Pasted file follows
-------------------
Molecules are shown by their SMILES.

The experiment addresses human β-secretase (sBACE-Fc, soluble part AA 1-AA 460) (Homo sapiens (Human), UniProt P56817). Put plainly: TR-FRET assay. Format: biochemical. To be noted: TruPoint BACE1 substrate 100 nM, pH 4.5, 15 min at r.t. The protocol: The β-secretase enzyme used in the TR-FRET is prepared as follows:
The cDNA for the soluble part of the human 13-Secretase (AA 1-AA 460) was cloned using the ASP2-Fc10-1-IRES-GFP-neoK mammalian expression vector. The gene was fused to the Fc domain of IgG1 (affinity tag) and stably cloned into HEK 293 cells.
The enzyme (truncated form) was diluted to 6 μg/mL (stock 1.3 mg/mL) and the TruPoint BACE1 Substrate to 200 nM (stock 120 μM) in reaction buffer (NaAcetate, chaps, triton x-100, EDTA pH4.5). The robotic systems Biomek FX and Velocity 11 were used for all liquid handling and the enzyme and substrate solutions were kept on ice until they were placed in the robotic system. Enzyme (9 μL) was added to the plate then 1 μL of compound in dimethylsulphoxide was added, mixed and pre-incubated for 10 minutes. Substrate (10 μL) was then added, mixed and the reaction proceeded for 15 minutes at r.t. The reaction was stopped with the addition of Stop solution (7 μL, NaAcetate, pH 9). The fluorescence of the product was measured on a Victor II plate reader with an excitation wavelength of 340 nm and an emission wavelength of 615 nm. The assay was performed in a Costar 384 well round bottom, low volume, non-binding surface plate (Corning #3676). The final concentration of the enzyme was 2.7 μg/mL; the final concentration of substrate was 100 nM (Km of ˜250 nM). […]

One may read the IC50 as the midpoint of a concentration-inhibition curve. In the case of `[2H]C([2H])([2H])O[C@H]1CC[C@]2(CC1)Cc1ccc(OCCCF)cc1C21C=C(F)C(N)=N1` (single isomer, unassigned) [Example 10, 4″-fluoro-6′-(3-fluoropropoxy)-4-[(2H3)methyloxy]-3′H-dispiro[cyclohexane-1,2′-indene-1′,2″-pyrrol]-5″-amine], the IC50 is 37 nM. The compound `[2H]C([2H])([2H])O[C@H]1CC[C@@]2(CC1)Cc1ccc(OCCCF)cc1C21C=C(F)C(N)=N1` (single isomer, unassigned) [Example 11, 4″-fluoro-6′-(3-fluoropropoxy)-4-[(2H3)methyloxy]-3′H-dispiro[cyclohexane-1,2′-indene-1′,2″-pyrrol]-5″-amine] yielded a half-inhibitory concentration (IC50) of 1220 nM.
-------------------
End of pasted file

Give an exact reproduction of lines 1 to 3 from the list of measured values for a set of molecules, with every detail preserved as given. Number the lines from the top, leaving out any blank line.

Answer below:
Molecules are shown by their SMILES.

The experiment addresses human β-secretase (sBACE-Fc, soluble part AA 1-AA 460) (Homo sapiens (Human), UniProt P56817). Put plainly: TR-FRET assay. Format: biochemical. To be noted: TruPoint BACE1 substrate 100 nM, pH 4.5, 15 min at r.t. The protocol: The β-secretase enzyme used in the TR-FRET is prepared as follows:
The cDNA for the soluble part of the human 13-Secretase (AA 1-AA 460) was cloned using the ASP2-Fc10-1-IRES-GFP-neoK mammalian expression vector. The gene was fused to the Fc domain of IgG1 (affinity tag) and stably cloned into HEK 293 cells.